Moise is largely a self-taught artist. With two friends, he founded Kuuru Art Space in the capital, Kigali. It is a place for young artists to experiment and receive support. Moise’s own community art projects include murals at orphanages and hospitals. In 2020, he participated in projects to support mental health with the University of Global Health Equity in Kigali. “If that art can heal me, it can heal others,” he says.

    With this map and much of the work he does, he wants to show that his country is defined by far more than tragedy. “Whatever happens, we become again. We have a rich history and unity, and we are using what we have.”



    Nicaragua Map

    Nicaragua by Nasser Mejia Moreno. Follow him on Instagram: @nassermorenoart



    Nasser Mejia Moreno painted with acrylics on homemade paper to map places and cultural symbols in Nicaragua. “The social economy of my country is based on agriculture and tourism,” he says. “I tried to portray the places and activities that are associated with both locals and tourists.” The map becomes a place to connect visitors and those who call Nicaragua home.

    Moreno did not have access to formal art education in the community of Granada, where he spent most of his early years, but he acquired skills through well-known artistic mentors and by studying art. And art by others is on display in this work, too — from dances to ceramics, making up some of the mosaic pieces of this map.





    This story appears in the Spring-Summer 2022 edition of WorldView magazine. Story updated September 9, 2022.

    Nathalie Vadnais served as an intern with WorldView 2021–22. She is studying international relations at Virginia Commonwealth University.

     August 28, 2022
  • Orrin Luc posted an article
    Updates from the Peace Corps community — across the country and around the world see more

    News and updates from the Peace Corps community — across the country, around the world, and spanning generations of returned Volunteers and staff.


    By Peter V. Deekle (Iran 1968–70)


    Jamie Hopkins, who served as a Volunteer in Ukraine 1996–98, leads the Eagan Community Foundation in Minnesota and spearheaded a three-day film festival in support of Ukraine in April and May. Krista Kinnard (Ecuador 2010–21) has been named a 2022 finalist for the Samuel J. Heyman Service to America Medal, for her work spearheading new, efficiency-boosting and cost effective technologies for the Department of Labor (DOL). Rob Schmitz (China 1996–98) had a stint as guest host of NPR’s All Things Considered radio show. Tommy Vinh Bui (Kazakhstan 2011) was nominated as Local Hero of the Week for his good deeds and unwavering commitment to serving his Los Angeles community during the COVID-19 pandemic. We share news about more awards, medals, and director roles.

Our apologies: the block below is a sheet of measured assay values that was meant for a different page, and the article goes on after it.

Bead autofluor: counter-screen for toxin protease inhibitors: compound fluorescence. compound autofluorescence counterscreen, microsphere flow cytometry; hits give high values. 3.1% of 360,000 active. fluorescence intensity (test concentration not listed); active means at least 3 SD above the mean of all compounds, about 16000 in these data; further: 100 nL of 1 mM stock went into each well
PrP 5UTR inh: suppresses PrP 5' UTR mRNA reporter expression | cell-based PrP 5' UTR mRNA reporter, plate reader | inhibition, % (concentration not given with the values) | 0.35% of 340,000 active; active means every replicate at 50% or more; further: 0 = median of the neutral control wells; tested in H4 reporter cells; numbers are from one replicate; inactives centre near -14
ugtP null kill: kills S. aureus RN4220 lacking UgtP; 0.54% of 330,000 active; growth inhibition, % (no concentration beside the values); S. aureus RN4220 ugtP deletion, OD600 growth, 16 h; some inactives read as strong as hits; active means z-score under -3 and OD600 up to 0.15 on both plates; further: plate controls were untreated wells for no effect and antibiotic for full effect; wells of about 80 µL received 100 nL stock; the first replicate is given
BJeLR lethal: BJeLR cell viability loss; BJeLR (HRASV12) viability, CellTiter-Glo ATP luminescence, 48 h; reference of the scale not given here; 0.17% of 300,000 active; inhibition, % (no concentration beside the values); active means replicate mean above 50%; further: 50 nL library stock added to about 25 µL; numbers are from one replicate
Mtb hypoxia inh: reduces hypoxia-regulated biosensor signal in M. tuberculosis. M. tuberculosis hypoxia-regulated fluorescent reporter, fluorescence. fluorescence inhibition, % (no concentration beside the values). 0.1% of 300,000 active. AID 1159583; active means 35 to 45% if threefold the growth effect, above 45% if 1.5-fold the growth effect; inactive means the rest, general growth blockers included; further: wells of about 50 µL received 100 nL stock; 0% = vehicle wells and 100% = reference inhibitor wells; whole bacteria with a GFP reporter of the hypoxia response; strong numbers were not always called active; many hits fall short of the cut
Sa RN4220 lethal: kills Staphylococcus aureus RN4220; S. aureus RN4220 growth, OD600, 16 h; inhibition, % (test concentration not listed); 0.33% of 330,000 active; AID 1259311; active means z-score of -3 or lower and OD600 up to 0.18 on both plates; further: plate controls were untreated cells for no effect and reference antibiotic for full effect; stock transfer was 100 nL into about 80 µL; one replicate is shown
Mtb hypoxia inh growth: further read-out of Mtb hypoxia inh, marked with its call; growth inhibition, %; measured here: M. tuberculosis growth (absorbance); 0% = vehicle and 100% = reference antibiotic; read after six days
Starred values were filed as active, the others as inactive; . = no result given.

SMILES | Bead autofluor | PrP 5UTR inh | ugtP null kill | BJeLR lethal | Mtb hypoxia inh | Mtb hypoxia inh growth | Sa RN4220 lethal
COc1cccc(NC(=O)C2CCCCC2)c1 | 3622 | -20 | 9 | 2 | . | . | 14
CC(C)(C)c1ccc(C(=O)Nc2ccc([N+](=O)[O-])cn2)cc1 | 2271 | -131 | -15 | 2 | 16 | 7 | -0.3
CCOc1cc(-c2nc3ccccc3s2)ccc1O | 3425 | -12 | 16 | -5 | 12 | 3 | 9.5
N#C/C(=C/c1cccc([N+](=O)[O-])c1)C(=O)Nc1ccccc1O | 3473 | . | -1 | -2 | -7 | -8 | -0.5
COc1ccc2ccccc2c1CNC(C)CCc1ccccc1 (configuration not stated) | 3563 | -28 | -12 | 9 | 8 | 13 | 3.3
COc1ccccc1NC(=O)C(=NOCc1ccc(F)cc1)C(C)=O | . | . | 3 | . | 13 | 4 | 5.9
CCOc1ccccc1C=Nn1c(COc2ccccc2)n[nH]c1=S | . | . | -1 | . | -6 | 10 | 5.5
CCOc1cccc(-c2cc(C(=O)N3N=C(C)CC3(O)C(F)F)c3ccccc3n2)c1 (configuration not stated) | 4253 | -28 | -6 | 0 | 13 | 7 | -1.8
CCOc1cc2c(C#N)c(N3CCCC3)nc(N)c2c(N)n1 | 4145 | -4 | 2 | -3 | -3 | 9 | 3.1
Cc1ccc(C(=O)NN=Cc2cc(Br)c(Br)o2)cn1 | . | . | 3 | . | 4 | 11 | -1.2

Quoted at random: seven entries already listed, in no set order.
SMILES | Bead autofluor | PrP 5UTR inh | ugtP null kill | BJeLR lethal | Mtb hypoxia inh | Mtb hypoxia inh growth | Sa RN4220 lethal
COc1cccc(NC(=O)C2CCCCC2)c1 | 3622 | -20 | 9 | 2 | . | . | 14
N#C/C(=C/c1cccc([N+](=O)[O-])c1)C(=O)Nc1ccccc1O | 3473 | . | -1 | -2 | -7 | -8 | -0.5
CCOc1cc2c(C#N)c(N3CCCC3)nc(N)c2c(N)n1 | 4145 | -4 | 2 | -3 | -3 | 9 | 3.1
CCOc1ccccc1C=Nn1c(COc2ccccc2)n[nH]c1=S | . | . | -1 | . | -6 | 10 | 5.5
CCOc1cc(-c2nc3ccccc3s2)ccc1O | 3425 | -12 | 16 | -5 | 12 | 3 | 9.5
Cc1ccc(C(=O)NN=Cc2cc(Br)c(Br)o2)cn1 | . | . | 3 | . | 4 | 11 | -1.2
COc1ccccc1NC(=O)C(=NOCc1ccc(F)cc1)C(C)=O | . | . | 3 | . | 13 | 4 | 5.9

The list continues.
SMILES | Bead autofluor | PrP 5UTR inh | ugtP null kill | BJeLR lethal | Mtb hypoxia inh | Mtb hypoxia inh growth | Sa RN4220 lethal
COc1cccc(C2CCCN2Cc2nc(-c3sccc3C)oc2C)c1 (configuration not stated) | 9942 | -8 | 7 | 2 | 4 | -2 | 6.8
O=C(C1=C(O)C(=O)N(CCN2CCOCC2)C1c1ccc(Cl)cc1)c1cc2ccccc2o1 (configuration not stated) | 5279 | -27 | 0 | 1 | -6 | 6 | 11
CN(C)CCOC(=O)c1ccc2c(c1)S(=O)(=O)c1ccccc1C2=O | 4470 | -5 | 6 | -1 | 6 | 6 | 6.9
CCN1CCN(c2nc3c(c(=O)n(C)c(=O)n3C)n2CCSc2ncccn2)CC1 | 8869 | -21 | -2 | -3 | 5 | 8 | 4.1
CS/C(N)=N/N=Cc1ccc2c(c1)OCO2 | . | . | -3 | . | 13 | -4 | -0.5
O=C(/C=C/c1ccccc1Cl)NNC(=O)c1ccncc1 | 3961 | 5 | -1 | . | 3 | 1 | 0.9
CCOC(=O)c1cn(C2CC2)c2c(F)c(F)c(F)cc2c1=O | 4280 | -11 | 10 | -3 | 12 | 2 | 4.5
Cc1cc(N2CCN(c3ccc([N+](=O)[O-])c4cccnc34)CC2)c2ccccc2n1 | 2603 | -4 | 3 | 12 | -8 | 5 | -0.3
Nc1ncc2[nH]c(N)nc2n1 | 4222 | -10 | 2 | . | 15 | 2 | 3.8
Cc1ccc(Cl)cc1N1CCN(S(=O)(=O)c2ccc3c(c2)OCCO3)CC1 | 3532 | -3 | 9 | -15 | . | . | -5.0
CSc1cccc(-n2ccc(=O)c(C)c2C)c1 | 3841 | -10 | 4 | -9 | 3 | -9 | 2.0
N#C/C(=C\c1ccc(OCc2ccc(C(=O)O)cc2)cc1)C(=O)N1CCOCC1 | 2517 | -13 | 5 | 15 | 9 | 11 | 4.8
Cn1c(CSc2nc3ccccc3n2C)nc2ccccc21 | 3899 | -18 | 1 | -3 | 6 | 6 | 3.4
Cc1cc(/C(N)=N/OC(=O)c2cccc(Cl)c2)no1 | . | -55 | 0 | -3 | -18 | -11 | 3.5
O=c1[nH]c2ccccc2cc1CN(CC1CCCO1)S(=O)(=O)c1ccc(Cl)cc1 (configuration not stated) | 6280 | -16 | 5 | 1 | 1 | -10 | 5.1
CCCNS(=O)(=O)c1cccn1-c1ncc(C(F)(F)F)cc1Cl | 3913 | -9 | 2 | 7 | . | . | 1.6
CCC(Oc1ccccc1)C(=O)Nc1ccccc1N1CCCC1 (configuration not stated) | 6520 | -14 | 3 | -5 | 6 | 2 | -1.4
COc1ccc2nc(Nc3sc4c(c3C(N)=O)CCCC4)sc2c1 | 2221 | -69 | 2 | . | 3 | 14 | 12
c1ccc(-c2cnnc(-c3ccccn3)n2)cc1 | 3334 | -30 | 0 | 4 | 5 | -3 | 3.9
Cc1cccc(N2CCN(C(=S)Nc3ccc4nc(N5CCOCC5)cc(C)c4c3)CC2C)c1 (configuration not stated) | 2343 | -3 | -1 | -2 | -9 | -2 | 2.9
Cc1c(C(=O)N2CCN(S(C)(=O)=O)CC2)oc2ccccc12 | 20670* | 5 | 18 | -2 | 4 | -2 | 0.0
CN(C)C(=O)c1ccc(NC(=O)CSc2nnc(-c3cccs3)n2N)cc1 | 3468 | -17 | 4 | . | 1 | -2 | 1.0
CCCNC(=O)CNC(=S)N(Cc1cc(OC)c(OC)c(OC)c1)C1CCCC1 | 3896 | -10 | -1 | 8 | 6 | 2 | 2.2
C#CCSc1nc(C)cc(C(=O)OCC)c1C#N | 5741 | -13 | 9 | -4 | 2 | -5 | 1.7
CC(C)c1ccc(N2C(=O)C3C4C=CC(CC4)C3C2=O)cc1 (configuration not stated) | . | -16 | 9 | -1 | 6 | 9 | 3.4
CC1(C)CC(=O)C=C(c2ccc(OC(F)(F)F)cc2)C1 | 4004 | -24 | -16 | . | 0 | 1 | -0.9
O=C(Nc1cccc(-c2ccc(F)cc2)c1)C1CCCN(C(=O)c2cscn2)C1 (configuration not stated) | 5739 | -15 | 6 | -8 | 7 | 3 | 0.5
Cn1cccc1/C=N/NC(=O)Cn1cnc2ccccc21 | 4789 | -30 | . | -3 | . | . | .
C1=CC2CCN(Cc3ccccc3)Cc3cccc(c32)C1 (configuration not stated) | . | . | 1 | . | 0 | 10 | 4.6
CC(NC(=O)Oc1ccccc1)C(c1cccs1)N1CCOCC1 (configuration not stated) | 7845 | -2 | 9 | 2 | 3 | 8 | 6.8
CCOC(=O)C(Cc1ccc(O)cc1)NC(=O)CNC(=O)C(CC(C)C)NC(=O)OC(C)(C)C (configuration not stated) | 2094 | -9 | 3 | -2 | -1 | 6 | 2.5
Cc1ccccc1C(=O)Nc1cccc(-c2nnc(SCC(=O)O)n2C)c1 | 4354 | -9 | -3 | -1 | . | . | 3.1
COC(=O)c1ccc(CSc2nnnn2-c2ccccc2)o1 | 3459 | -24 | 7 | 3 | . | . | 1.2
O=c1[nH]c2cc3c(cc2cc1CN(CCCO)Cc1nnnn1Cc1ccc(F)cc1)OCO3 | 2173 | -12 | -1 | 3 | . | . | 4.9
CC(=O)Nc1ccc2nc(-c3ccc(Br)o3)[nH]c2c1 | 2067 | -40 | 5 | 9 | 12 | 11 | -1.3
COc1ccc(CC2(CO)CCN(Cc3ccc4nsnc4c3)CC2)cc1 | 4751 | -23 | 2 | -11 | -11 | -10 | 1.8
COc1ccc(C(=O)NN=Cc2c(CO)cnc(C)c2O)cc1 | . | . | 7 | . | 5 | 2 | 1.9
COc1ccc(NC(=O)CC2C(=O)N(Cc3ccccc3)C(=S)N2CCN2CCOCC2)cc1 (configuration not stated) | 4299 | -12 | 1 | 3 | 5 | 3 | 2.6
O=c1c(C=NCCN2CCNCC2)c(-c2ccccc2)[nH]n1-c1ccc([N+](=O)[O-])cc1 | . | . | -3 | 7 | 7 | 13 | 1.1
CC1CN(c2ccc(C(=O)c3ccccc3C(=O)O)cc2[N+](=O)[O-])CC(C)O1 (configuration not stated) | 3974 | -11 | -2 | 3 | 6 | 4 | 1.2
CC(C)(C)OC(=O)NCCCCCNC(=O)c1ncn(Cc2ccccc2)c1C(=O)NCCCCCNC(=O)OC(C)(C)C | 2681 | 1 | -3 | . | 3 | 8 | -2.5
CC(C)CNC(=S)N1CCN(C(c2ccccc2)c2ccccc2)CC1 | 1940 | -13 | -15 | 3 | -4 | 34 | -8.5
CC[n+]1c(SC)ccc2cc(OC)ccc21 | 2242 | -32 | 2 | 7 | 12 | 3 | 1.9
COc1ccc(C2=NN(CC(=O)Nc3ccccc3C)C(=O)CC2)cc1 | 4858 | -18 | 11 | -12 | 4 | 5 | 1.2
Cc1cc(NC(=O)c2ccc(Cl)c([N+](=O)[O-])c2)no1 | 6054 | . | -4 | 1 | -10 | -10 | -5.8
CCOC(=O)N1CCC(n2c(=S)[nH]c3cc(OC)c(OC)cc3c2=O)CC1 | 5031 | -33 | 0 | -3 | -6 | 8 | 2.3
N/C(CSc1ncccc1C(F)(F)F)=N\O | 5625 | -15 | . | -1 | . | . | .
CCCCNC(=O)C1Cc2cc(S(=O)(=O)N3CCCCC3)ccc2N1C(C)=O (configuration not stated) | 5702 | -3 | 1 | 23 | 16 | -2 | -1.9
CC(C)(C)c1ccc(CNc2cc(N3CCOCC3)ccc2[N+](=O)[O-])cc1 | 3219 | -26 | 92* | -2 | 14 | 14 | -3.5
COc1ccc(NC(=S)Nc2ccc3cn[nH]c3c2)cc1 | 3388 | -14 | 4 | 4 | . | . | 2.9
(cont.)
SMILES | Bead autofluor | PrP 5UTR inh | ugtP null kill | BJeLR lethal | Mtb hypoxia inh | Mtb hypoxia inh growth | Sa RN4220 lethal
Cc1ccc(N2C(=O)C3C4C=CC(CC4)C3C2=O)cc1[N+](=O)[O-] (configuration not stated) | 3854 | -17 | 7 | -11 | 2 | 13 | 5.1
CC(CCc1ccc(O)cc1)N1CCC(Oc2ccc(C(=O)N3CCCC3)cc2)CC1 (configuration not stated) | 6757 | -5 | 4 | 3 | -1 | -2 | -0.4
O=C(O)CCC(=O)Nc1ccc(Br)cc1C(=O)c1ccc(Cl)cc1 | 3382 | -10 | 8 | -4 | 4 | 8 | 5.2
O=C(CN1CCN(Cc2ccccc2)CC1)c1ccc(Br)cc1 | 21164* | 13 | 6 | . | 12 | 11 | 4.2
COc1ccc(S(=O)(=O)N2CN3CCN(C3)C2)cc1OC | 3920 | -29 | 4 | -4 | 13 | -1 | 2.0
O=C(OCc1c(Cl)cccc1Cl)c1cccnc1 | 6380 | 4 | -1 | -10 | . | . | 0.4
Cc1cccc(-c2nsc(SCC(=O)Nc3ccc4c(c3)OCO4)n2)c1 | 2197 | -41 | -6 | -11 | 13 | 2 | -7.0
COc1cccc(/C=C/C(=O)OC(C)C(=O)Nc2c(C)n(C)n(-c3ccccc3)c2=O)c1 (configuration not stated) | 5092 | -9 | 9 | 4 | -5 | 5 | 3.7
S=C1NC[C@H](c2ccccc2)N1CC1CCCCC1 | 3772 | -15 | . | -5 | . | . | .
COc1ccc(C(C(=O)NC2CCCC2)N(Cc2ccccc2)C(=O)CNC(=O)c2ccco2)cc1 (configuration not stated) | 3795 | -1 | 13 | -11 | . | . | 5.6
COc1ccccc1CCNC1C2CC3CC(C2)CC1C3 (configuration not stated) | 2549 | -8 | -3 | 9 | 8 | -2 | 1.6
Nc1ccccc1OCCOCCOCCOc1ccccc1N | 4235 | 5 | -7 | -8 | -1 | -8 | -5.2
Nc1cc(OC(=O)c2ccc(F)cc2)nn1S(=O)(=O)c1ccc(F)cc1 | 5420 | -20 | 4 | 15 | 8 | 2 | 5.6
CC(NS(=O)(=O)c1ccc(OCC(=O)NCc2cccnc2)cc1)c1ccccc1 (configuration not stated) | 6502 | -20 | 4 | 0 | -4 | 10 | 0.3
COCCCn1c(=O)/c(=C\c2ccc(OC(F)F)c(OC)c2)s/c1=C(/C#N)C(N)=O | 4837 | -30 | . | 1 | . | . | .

Have news to share with the Peace Corps community? Let us know.



    Rob Schmitz (1996–98) became a guest host of NPR’s All Things Considered radio show in late April. As NPR’s Central Europe Correspondent, Schmitz covers the human stories of a vast region, such as Germany’s management of the COVID-19 pandemic, rise of right-wing nationalist politics in Poland and creeping Chinese government influence inside the Czech Republic. Before reporting on Europe, Schmitz worked as a foreign correspondent covering China and its economic rise and increasing global influence for a decade. He also authored the award-winning book Street of Eternal Happiness: Big City Dreams Along a Shanghai Road which profiles the lives of individuals residing along a single street in the heart of Shanghai. During his first week as guest host, Schmitz talked with a Shanghai resident who discussed her experience with Shanghai’s zero-COVID strategy and the recent pandemic restrictions. Listen here.




    Lane Bunkers (1989–91) took on responsibilities as of Peace Corps Country Director of Costa Rica in March. Bunkers steps into this new position a year before Peace Corps Costa Rica’s 60th anniversary and amidst the first wave of Volunteers returning to service overseas. In his director’s welcome, Bunkers wrote, “In Costa Rica, the pandemic impacted the social, economic, and political environment, as it did throughout the world. The country’s recovery will take time, and Peace Corps is well-positioned to support the communities where our Volunteers serve.” He brings an extensive career in leadership and international development, including three years serving as Peace Corps program and training officer in Romania and in the Eastern Caribbean. Prior to his new role, Bunkers worked for Catholic Relief Services for more than two decades. While there he oversaw a $25 million annual budget invested in initiatives ranging from water and food aid for drought-stricken regions to improving educational outcomes for malnourished children.